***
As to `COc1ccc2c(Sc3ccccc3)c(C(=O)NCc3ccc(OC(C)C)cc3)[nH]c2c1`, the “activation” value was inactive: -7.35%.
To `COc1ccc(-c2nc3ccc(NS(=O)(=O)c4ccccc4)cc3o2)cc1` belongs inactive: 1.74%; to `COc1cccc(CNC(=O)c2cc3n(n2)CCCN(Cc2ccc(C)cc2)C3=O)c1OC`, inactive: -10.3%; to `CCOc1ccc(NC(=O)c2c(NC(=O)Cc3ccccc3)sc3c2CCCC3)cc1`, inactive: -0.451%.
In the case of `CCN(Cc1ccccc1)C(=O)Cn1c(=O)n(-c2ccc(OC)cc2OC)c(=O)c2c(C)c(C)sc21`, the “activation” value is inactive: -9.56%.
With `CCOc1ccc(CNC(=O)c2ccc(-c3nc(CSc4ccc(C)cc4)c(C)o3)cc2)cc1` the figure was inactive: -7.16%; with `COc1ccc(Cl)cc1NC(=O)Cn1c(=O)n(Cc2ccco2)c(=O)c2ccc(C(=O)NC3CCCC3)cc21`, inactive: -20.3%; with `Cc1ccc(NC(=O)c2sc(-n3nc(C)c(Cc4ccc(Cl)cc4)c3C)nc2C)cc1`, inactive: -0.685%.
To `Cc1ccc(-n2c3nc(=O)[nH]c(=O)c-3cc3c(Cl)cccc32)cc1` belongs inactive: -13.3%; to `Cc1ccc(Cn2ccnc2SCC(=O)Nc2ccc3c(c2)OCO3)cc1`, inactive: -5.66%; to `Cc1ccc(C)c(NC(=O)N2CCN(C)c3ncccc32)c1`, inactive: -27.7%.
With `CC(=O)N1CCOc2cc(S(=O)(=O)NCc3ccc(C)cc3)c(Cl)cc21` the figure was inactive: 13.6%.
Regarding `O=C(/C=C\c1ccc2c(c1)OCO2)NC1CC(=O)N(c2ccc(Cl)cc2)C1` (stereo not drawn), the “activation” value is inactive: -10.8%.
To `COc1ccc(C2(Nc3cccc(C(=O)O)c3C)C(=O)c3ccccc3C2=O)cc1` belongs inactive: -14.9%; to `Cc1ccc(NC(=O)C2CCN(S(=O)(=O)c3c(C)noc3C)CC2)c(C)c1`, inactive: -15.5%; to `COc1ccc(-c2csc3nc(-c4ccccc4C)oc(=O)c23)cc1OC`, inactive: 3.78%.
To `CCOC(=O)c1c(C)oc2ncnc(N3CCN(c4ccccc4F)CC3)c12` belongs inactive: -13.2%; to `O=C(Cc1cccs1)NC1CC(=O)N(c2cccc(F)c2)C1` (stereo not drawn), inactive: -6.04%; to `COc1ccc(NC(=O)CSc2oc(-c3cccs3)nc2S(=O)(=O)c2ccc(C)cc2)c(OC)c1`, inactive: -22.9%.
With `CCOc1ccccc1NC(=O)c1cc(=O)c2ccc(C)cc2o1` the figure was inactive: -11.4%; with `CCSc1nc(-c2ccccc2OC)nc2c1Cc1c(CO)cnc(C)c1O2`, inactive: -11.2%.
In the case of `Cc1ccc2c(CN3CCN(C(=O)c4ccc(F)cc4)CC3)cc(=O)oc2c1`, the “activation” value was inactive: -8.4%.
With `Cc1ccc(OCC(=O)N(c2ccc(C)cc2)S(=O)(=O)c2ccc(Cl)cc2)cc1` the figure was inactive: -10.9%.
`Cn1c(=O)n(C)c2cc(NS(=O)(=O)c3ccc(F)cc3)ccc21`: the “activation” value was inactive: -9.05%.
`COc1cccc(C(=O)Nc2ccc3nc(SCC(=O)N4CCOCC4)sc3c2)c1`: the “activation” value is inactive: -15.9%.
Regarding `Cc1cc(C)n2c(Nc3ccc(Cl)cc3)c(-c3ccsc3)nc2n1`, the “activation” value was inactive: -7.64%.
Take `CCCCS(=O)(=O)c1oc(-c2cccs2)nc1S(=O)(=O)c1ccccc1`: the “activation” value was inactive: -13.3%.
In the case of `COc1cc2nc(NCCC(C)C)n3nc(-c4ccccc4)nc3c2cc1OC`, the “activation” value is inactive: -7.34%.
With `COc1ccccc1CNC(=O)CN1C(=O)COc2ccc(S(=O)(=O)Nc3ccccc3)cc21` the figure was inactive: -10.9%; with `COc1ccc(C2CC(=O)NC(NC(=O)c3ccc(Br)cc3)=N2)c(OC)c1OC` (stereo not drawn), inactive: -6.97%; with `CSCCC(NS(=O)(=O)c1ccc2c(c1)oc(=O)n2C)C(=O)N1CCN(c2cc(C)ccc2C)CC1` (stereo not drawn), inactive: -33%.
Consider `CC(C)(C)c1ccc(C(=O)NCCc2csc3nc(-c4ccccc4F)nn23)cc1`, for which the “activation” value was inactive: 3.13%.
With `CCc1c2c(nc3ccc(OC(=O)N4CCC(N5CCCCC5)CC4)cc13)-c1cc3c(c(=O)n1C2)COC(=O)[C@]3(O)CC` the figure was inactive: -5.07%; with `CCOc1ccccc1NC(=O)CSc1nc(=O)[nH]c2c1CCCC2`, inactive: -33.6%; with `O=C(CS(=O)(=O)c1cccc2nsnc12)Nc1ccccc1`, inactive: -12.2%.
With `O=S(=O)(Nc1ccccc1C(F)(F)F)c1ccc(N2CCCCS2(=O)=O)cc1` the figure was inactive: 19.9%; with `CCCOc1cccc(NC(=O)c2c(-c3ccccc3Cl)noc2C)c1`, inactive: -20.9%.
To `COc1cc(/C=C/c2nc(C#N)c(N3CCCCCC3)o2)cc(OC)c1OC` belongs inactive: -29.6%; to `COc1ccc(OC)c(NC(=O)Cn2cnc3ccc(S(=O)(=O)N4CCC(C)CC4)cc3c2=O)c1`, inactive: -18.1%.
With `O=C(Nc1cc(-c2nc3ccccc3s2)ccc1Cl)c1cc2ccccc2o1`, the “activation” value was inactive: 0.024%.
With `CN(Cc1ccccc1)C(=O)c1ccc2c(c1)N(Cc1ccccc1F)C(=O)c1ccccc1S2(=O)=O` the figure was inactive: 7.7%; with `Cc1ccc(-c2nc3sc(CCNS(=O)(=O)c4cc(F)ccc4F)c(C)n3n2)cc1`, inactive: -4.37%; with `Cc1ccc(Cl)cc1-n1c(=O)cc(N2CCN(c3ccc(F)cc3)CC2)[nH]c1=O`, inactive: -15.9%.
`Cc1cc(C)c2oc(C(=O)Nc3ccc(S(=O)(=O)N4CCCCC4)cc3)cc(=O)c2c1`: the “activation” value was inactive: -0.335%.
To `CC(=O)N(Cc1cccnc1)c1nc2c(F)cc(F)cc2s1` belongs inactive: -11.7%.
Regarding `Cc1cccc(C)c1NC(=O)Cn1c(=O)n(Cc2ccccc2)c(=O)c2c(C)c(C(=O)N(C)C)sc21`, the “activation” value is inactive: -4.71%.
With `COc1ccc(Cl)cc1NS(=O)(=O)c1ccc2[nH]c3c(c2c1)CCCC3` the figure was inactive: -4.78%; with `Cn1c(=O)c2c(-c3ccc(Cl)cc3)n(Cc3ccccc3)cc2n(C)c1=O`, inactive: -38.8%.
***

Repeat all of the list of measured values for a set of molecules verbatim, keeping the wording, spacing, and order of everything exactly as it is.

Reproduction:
As to `COc1ccc2c(Sc3ccccc3)c(C(=O)NCc3ccc(OC(C)C)cc3)[nH]c2c1`, the “activation” value was inactive: -7.35%.
To `COc1ccc(-c2nc3ccc(NS(=O)(=O)c4ccccc4)cc3o2)cc1` belongs inactive: 1.74%; to `COc1cccc(CNC(=O)c2cc3n(n2)CCCN(Cc2ccc(C)cc2)C3=O)c1OC`, inactive: -10.3%; to `CCOc1ccc(NC(=O)c2c(NC(=O)Cc3ccccc3)sc3c2CCCC3)cc1`, inactive: -0.451%.
In the case of `CCN(Cc1ccccc1)C(=O)Cn1c(=O)n(-c2ccc(OC)cc2OC)c(=O)c2c(C)c(C)sc21`, the “activation” value is inactive: -9.56%.
With `CCOc1ccc(CNC(=O)c2ccc(-c3nc(CSc4ccc(C)cc4)c(C)o3)cc2)cc1` the figure was inactive: -7.16%; with `COc1ccc(Cl)cc1NC(=O)Cn1c(=O)n(Cc2ccco2)c(=O)c2ccc(C(=O)NC3CCCC3)cc21`, inactive: -20.3%; with `Cc1ccc(NC(=O)c2sc(-n3nc(C)c(Cc4ccc(Cl)cc4)c3C)nc2C)cc1`, inactive: -0.685%.
To `Cc1ccc(-n2c3nc(=O)[nH]c(=O)c-3cc3c(Cl)cccc32)cc1` belongs inactive: -13.3%; to `Cc1ccc(Cn2ccnc2SCC(=O)Nc2ccc3c(c2)OCO3)cc1`, inactive: -5.66%; to `Cc1ccc(C)c(NC(=O)N2CCN(C)c3ncccc32)c1`, inactive: -27.7%.
With `CC(=O)N1CCOc2cc(S(=O)(=O)NCc3ccc(C)cc3)c(Cl)cc21` the figure was inactive: 13.6%.
Regarding `O=C(/C=C\c1ccc2c(c1)OCO2)NC1CC(=O)N(c2ccc(Cl)cc2)C1` (stereo not drawn), the “activation” value is inactive: -10.8%.
To `COc1ccc(C2(Nc3cccc(C(=O)O)c3C)C(=O)c3ccccc3C2=O)cc1` belongs inactive: -14.9%; to `Cc1ccc(NC(=O)C2CCN(S(=O)(=O)c3c(C)noc3C)CC2)c(C)c1`, inactive: -15.5%; to `COc1ccc(-c2csc3nc(-c4ccccc4C)oc(=O)c23)cc1OC`, inactive: 3.78%.
To `CCOC(=O)c1c(C)oc2ncnc(N3CCN(c4ccccc4F)CC3)c12` belongs inactive: -13.2%; to `O=C(Cc1cccs1)NC1CC(=O)N(c2cccc(F)c2)C1` (stereo not drawn), inactive: -6.04%; to `COc1ccc(NC(=O)CSc2oc(-c3cccs3)nc2S(=O)(=O)c2ccc(C)cc2)c(OC)c1`, inactive: -22.9%.
With `CCOc1ccccc1NC(=O)c1cc(=O)c2ccc(C)cc2o1` the figure was inactive: -11.4%; with `CCSc1nc(-c2ccccc2OC)nc2c1Cc1c(CO)cnc(C)c1O2`, inactive: -11.2%.
In the case of `Cc1ccc2c(CN3CCN(C(=O)c4ccc(F)cc4)CC3)cc(=O)oc2c1`, the “activation” value was inactive: -8.4%.
With `Cc1ccc(OCC(=O)N(c2ccc(C)cc2)S(=O)(=O)c2ccc(Cl)cc2)cc1` the figure was inactive: -10.9%.
`Cn1c(=O)n(C)c2cc(NS(=O)(=O)c3ccc(F)cc3)ccc21`: the “activation” value was inactive: -9.05%.
`COc1cccc(C(=O)Nc2ccc3nc(SCC(=O)N4CCOCC4)sc3c2)c1`: the “activation” value is inactive: -15.9%.
Regarding `Cc1cc(C)n2c(Nc3ccc(Cl)cc3)c(-c3ccsc3)nc2n1`, the “activation” value was inactive: -7.64%.
Take `CCCCS(=O)(=O)c1oc(-c2cccs2)nc1S(=O)(=O)c1ccccc1`: the “activation” value was inactive: -13.3%.
In the case of `COc1cc2nc(NCCC(C)C)n3nc(-c4ccccc4)nc3c2cc1OC`, the “activation” value is inactive: -7.34%.
With `COc1ccccc1CNC(=O)CN1C(=O)COc2ccc(S(=O)(=O)Nc3ccccc3)cc21` the figure was inactive: -10.9%; with `COc1ccc(C2CC(=O)NC(NC(=O)c3ccc(Br)cc3)=N2)c(OC)c1OC` (stereo not drawn), inactive: -6.97%; with `CSCCC(NS(=O)(=O)c1ccc2c(c1)oc(=O)n2C)C(=O)N1CCN(c2cc(C)ccc2C)CC1` (stereo not drawn), inactive: -33%.
Consider `CC(C)(C)c1ccc(C(=O)NCCc2csc3nc(-c4ccccc4F)nn23)cc1`, for which the “activation” value was inactive: 3.13%.
With `CCc1c2c(nc3ccc(OC(=O)N4CCC(N5CCCCC5)CC4)cc13)-c1cc3c(c(=O)n1C2)COC(=O)[C@]3(O)CC` the figure was inactive: -5.07%; with `CCOc1ccccc1NC(=O)CSc1nc(=O)[nH]c2c1CCCC2`, inactive: -33.6%; with `O=C(CS(=O)(=O)c1cccc2nsnc12)Nc1ccccc1`, inactive: -12.2%.
With `O=S(=O)(Nc1ccccc1C(F)(F)F)c1ccc(N2CCCCS2(=O)=O)cc1` the figure was inactive: 19.9%; with `CCCOc1cccc(NC(=O)c2c(-c3ccccc3Cl)noc2C)c1`, inactive: -20.9%.
To `COc1cc(/C=C/c2nc(C#N)c(N3CCCCCC3)o2)cc(OC)c1OC` belongs inactive: -29.6%; to `COc1ccc(OC)c(NC(=O)Cn2cnc3ccc(S(=O)(=O)N4CCC(C)CC4)cc3c2=O)c1`, inactive: -18.1%.
With `O=C(Nc1cc(-c2nc3ccccc3s2)ccc1Cl)c1cc2ccccc2o1`, the “activation” value was inactive: 0.024%.
With `CN(Cc1ccccc1)C(=O)c1ccc2c(c1)N(Cc1ccccc1F)C(=O)c1ccccc1S2(=O)=O` the figure was inactive: 7.7%; with `Cc1ccc(-c2nc3sc(CCNS(=O)(=O)c4cc(F)ccc4F)c(C)n3n2)cc1`, inactive: -4.37%; with `Cc1ccc(Cl)cc1-n1c(=O)cc(N2CCN(c3ccc(F)cc3)CC2)[nH]c1=O`, inactive: -15.9%.
`Cc1cc(C)c2oc(C(=O)Nc3ccc(S(=O)(=O)N4CCCCC4)cc3)cc(=O)c2c1`: the “activation” value was inactive: -0.335%.
To `CC(=O)N(Cc1cccnc1)c1nc2c(F)cc(F)cc2s1` belongs inactive: -11.7%.
Regarding `Cc1cccc(C)c1NC(=O)Cn1c(=O)n(Cc2ccccc2)c(=O)c2c(C)c(C(=O)N(C)C)sc21`, the “activation” value is inactive: -4.71%.
With `COc1ccc(Cl)cc1NS(=O)(=O)c1ccc2[nH]c3c(c2c1)CCCC3` the figure was inactive: -4.78%; with `Cn1c(=O)c2c(-c3ccc(Cl)cc3)n(Cc3ccccc3)cc2n(C)c1=O`, inactive: -38.8%.